On Sunday (Tracey's birthday!) we rode out of Saumur toward Tours and found this amazing little lane through some hillside troglodyte caves. There was a cool picnic spot with a table, archways and a stone oven so we stopped there for an early lunch. Then the road climbed up to the vineyards and onto Turquant, a village built into the hillside. We continued on to Montsoreau where things were closing up for Sunday and we were able to get baguette and fruit from the market before it closed jin the early afternoon. Stu asked if there was anything else open and the woman said sorry but everything in France is closed on Sunday. He said what about wine and she said "Oh wine, of course you can get it there or there or over there. You have to have wine, its France!" So we ended up at a wine cave, tasted a few and bought a couple of bottles for a birthday treat, and later that evening we had a nice raclette dinner at the campground. (PS: this campground was quite well set up for cyclists....a special area set-aside with a fridge, picnic tables and electrical plug for each site).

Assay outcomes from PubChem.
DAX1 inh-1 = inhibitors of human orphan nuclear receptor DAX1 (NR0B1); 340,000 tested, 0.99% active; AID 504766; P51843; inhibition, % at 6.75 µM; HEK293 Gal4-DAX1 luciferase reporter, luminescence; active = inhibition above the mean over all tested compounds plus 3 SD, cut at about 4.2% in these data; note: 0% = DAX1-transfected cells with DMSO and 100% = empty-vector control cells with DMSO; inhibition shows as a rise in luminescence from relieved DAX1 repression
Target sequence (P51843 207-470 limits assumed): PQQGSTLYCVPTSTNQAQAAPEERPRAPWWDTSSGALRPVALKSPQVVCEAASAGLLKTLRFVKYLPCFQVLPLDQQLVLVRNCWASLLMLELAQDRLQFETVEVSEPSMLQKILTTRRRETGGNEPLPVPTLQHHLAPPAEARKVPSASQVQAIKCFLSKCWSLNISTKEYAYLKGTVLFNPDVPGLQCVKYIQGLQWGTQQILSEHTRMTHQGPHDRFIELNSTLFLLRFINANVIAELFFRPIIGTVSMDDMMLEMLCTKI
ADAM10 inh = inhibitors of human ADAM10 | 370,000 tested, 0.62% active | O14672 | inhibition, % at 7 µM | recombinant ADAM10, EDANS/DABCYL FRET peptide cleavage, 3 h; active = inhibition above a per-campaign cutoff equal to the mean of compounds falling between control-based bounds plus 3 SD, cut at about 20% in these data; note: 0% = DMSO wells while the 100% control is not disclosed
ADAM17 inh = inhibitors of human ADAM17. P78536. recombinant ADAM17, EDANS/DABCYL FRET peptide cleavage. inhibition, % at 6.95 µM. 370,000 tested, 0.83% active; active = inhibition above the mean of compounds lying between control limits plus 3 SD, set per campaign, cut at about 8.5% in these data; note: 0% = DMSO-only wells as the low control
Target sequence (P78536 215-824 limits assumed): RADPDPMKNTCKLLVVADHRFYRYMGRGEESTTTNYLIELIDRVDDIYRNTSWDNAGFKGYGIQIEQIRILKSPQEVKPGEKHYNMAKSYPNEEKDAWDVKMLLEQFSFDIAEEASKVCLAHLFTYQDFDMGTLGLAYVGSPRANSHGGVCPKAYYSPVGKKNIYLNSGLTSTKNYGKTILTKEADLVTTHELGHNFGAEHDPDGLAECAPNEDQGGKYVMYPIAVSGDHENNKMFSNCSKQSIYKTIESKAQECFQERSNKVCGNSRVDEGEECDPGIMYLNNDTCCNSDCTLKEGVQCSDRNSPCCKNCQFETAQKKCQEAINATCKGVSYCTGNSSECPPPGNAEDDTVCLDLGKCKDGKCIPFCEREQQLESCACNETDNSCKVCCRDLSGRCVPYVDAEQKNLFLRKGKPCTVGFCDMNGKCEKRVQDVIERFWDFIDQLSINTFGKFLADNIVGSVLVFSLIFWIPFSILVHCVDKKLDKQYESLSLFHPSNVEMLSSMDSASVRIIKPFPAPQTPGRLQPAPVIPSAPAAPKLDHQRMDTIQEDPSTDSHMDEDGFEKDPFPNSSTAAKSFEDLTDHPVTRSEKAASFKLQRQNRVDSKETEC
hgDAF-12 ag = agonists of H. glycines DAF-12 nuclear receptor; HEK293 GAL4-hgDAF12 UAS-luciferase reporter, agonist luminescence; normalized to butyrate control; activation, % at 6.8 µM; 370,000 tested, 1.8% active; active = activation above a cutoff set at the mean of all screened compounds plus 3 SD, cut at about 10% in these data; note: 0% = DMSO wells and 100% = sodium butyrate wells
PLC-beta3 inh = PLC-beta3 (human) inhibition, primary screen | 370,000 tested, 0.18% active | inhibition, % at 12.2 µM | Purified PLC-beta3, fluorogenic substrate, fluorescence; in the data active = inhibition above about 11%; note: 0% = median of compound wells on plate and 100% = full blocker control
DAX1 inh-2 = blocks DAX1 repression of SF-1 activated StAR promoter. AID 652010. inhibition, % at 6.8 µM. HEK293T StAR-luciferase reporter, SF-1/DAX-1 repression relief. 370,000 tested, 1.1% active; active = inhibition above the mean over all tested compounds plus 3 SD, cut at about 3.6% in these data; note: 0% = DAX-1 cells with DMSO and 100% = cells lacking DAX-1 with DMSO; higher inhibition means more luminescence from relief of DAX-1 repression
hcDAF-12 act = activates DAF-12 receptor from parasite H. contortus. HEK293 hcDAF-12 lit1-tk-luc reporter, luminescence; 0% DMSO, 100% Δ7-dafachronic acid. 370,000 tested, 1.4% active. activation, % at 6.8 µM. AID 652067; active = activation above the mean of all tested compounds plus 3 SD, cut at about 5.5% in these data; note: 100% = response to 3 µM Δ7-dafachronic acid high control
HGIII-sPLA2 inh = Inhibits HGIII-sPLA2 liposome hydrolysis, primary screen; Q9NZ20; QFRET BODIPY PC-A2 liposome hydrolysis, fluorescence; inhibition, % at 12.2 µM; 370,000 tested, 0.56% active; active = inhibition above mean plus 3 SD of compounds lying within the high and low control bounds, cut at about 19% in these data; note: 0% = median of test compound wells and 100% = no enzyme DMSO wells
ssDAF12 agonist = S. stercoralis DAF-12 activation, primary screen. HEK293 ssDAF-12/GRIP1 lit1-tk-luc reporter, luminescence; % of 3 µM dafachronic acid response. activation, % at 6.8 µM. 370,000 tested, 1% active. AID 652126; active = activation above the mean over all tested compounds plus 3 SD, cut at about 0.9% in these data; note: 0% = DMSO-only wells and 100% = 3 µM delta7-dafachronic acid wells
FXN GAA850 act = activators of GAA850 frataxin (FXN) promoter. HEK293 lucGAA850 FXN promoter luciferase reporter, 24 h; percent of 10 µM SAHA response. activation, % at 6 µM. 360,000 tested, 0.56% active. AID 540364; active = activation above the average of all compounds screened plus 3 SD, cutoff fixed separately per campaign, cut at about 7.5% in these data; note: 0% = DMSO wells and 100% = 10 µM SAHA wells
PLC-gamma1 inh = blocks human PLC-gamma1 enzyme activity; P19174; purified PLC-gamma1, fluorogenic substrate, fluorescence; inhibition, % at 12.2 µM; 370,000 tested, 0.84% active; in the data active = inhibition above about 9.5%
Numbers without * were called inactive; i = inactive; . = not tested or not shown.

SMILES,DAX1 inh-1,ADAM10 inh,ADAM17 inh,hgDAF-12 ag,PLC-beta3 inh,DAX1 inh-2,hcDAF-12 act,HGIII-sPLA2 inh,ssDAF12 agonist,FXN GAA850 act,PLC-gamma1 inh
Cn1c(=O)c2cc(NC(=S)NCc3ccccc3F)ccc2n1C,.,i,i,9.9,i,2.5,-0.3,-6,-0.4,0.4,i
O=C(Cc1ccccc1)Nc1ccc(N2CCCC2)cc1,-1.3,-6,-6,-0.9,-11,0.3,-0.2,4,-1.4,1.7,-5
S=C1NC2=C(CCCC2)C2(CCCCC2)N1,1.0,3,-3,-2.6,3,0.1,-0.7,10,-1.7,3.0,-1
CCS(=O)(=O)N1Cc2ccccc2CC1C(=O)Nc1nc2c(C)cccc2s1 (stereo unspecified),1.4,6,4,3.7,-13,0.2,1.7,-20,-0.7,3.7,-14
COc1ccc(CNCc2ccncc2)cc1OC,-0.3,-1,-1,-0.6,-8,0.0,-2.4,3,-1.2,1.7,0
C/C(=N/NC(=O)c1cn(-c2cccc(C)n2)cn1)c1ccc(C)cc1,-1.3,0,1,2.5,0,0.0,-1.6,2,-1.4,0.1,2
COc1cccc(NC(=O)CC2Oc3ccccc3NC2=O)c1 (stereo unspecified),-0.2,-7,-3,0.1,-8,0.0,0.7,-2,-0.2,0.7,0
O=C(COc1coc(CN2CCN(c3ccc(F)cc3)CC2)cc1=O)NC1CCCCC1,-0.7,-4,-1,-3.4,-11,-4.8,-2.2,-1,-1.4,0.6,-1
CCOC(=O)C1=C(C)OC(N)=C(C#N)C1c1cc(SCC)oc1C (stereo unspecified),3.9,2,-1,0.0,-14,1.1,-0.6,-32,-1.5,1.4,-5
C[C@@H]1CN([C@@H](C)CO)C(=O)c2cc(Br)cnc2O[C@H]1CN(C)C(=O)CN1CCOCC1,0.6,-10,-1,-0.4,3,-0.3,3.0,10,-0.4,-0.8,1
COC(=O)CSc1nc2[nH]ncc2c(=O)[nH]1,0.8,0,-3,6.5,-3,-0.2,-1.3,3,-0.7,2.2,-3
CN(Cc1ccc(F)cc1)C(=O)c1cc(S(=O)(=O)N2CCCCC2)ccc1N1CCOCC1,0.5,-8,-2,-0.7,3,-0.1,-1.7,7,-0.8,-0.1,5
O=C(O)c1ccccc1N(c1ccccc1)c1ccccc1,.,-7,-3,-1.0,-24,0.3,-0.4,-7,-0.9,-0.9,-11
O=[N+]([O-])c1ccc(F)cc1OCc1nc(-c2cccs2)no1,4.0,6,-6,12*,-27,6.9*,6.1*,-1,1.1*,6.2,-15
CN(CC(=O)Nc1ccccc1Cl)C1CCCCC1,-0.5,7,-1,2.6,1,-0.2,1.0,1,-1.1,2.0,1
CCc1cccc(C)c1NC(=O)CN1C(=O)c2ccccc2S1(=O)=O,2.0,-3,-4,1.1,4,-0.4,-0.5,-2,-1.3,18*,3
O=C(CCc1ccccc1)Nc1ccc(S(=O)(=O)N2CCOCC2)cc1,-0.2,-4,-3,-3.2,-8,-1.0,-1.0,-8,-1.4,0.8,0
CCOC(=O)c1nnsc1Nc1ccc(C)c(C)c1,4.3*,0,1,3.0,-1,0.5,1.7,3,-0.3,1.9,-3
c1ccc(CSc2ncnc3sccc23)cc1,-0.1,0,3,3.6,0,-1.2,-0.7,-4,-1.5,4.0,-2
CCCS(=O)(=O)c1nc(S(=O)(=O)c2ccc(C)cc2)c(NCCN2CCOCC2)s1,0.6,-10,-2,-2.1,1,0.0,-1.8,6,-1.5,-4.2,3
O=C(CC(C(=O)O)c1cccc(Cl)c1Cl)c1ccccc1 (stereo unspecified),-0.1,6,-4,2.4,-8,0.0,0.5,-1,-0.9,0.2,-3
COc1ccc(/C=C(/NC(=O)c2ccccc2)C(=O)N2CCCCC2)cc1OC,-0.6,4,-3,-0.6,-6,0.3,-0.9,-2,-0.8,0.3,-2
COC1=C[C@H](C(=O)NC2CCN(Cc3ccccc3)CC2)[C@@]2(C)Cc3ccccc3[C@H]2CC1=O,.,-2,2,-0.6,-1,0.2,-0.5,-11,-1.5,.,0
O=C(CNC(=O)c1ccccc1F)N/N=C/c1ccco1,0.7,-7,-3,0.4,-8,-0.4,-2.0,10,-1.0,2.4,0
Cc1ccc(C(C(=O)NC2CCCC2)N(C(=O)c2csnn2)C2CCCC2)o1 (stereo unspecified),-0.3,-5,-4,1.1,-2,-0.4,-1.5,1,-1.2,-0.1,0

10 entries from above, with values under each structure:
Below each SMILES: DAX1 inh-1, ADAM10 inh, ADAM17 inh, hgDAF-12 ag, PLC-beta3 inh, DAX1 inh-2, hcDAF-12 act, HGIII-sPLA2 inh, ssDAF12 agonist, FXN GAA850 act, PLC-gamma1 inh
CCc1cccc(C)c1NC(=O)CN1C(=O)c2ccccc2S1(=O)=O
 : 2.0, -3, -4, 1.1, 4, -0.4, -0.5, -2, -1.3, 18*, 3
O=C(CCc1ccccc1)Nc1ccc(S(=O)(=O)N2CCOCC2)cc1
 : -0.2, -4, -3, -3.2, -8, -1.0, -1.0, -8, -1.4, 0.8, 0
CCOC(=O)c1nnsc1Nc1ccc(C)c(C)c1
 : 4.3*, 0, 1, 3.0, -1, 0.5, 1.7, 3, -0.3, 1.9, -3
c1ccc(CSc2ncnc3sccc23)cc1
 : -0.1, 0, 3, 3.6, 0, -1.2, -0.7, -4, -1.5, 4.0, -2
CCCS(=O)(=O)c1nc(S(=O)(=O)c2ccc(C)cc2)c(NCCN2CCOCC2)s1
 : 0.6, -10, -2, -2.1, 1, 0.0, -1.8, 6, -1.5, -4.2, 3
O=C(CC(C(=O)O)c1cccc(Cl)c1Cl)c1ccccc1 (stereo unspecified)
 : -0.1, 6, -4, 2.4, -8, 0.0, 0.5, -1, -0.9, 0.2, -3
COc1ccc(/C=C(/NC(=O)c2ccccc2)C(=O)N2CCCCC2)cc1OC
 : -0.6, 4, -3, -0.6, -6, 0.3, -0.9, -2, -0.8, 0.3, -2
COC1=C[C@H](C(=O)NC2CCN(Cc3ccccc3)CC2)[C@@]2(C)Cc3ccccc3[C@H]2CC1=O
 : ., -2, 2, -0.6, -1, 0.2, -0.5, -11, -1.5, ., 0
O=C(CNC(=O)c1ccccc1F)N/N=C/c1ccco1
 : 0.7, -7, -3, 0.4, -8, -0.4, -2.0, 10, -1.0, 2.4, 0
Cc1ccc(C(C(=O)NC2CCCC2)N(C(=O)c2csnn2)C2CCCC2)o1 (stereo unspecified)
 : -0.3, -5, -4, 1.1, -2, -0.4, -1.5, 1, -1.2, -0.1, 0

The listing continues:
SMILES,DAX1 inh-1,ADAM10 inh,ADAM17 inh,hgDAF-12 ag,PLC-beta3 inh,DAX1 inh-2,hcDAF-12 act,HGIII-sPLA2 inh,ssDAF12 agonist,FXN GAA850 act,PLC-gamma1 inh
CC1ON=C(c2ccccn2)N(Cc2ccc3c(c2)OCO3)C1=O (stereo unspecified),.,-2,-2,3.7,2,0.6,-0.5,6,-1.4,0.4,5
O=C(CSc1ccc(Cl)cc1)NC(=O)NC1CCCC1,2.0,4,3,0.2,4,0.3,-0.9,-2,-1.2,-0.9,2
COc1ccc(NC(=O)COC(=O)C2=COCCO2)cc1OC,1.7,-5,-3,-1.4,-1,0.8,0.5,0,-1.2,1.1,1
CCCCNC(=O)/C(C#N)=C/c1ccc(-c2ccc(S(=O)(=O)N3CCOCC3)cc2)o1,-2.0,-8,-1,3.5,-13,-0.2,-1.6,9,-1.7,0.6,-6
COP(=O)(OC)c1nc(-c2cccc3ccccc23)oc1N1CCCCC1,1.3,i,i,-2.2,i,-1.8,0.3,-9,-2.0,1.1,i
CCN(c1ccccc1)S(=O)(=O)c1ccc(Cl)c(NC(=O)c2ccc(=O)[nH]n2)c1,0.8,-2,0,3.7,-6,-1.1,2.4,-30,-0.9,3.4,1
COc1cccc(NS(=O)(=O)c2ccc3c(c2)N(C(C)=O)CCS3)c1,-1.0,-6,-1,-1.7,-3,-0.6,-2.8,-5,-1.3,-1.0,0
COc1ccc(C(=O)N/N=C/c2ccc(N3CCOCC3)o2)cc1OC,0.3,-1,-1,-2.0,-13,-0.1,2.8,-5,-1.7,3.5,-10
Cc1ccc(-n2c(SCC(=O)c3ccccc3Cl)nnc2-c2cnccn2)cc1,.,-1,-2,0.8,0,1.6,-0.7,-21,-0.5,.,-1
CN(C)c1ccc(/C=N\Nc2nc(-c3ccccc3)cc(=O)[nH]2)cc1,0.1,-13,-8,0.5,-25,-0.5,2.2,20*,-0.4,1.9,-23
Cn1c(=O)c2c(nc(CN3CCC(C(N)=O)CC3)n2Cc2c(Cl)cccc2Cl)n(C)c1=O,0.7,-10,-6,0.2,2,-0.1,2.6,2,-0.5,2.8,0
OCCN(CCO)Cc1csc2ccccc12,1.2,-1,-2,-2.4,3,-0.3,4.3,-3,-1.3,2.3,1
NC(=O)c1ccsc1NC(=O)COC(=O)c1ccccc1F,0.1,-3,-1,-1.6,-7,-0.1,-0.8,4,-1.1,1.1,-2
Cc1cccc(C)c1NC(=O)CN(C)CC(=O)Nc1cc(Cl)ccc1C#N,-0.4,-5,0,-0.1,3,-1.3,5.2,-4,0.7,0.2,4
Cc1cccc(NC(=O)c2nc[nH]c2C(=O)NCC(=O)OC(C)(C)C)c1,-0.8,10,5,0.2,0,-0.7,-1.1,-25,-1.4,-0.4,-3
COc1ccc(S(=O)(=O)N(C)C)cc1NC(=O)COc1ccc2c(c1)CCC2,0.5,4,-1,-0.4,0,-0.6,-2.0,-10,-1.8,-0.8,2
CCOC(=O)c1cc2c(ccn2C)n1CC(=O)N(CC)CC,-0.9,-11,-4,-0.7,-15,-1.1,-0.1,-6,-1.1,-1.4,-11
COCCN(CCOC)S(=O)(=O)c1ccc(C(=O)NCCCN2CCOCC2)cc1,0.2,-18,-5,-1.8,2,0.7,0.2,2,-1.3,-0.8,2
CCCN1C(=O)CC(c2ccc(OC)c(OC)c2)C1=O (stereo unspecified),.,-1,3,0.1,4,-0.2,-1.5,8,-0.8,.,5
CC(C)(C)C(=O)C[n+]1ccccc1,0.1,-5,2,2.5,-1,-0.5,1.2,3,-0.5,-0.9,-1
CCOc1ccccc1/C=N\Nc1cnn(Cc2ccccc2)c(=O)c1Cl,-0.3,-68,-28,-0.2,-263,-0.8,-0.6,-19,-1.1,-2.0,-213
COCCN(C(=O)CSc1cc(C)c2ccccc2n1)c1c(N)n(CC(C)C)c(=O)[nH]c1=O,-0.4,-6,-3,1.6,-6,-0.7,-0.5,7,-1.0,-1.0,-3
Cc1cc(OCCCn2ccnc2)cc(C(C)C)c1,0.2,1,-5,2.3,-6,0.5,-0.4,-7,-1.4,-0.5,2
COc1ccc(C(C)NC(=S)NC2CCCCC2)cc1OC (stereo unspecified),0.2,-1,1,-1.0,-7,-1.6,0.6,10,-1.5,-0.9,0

As the temperature climbed we headed for our destination of Tours. The girls did well getting up early to beat the heat and make it 34 kilometres Monday before lunch. Unfortunately, the campground we rolled into in Brehemont had no shade which is a necessity when it's getting up to 34 degrees so we splurged and were able to book into a cabin type trailer for the night. It was nice to have a bit more space and Stu did an amazing ride (because this town chooses Monday to be closed) into the grocery store the next town along and brought back all sorts of goodies to get us through the day and have a good Canadian ham and egg breakfast before hitting the trail at 8 am the next day .... another early start to be beat the forecasted 38!